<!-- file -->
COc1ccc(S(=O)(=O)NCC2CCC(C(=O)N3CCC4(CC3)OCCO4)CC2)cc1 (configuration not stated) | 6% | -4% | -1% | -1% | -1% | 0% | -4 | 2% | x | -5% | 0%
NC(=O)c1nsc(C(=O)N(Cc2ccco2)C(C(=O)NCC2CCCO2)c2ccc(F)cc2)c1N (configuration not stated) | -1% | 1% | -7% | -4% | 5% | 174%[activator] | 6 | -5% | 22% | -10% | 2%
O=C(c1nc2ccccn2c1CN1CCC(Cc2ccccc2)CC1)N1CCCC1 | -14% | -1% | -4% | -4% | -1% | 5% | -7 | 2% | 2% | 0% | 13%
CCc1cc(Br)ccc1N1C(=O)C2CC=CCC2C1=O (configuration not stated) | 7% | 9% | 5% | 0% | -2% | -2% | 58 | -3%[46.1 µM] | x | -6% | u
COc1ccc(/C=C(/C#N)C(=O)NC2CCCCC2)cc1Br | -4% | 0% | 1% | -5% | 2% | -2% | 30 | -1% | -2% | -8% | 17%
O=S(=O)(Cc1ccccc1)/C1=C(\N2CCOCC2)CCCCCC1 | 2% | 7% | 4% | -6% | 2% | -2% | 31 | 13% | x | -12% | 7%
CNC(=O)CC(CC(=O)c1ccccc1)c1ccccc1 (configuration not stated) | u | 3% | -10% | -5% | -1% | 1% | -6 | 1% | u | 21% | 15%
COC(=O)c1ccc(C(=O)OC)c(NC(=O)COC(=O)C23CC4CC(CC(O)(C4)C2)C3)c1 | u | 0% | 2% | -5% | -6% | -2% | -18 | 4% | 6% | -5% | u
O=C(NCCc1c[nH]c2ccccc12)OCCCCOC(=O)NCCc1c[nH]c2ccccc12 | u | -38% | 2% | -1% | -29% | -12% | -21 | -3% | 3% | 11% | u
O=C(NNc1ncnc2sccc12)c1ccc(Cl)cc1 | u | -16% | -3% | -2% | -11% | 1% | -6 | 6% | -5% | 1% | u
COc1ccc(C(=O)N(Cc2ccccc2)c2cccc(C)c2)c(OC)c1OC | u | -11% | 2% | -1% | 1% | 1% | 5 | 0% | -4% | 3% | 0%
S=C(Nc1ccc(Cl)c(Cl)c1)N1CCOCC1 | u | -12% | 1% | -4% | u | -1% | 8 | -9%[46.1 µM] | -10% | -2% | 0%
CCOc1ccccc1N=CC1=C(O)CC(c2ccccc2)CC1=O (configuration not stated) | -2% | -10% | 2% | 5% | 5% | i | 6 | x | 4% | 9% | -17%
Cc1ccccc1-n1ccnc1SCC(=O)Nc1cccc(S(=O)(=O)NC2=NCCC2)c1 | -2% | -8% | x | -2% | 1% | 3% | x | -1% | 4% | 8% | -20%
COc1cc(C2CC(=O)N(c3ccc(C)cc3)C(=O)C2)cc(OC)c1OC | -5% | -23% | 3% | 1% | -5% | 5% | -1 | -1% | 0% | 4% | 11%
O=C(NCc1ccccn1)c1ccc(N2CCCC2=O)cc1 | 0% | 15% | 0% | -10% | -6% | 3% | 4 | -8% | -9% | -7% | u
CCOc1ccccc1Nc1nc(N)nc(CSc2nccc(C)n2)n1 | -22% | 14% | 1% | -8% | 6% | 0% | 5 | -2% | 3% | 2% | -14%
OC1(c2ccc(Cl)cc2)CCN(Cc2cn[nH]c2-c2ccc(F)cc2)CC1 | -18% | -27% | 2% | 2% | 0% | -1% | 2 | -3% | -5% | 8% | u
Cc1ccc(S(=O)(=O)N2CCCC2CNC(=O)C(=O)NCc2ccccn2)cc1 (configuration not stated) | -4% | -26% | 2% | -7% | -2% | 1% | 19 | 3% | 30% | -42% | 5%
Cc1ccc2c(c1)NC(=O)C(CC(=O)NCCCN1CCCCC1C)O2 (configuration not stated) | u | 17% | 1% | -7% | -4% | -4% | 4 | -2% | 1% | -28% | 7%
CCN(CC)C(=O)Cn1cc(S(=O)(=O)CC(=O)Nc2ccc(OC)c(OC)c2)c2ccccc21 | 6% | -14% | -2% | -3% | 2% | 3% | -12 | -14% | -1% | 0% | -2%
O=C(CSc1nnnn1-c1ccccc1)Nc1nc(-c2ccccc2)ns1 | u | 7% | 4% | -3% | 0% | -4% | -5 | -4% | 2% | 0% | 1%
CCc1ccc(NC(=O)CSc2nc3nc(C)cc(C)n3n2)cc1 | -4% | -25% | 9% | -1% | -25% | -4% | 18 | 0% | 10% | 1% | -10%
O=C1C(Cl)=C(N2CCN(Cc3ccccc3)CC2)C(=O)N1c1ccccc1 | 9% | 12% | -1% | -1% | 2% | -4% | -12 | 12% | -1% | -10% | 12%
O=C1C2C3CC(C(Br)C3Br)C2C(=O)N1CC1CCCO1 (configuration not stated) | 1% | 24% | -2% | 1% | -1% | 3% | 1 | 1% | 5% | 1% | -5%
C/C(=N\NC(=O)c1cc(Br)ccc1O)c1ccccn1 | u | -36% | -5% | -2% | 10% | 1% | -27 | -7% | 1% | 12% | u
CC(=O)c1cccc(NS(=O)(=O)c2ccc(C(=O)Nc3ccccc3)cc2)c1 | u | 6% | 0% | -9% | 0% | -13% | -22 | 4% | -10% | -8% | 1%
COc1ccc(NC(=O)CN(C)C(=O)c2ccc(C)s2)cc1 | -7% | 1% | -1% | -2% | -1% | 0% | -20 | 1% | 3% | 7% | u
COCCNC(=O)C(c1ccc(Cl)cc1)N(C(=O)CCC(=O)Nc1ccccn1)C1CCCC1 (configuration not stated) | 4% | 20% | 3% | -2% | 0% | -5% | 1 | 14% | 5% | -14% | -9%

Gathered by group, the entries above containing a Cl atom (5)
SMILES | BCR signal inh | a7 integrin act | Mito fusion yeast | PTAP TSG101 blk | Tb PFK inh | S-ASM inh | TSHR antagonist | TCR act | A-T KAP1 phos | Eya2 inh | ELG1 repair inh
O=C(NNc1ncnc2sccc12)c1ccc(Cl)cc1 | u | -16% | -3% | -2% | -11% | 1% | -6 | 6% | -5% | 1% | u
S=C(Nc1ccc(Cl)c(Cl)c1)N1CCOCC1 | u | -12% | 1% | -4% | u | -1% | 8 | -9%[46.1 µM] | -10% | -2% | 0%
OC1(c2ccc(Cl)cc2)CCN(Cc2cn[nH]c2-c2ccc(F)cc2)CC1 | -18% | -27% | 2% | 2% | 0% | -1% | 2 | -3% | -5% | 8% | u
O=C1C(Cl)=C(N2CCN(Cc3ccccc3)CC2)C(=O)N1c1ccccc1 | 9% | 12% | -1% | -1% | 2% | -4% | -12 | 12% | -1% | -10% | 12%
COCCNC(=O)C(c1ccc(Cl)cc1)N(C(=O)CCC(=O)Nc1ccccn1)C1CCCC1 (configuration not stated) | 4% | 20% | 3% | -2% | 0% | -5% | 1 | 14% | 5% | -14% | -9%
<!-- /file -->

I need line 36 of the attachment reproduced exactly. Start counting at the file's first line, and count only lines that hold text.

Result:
COCCNC(=O)C(c1ccc(Cl)cc1)N(C(=O)CCC(=O)Nc1ccccn1)C1CCCC1 (configuration not stated) | 4% | 20% | 3% | -2% | 0% | -5% | 1 | 14% | 5% | -14% | -9%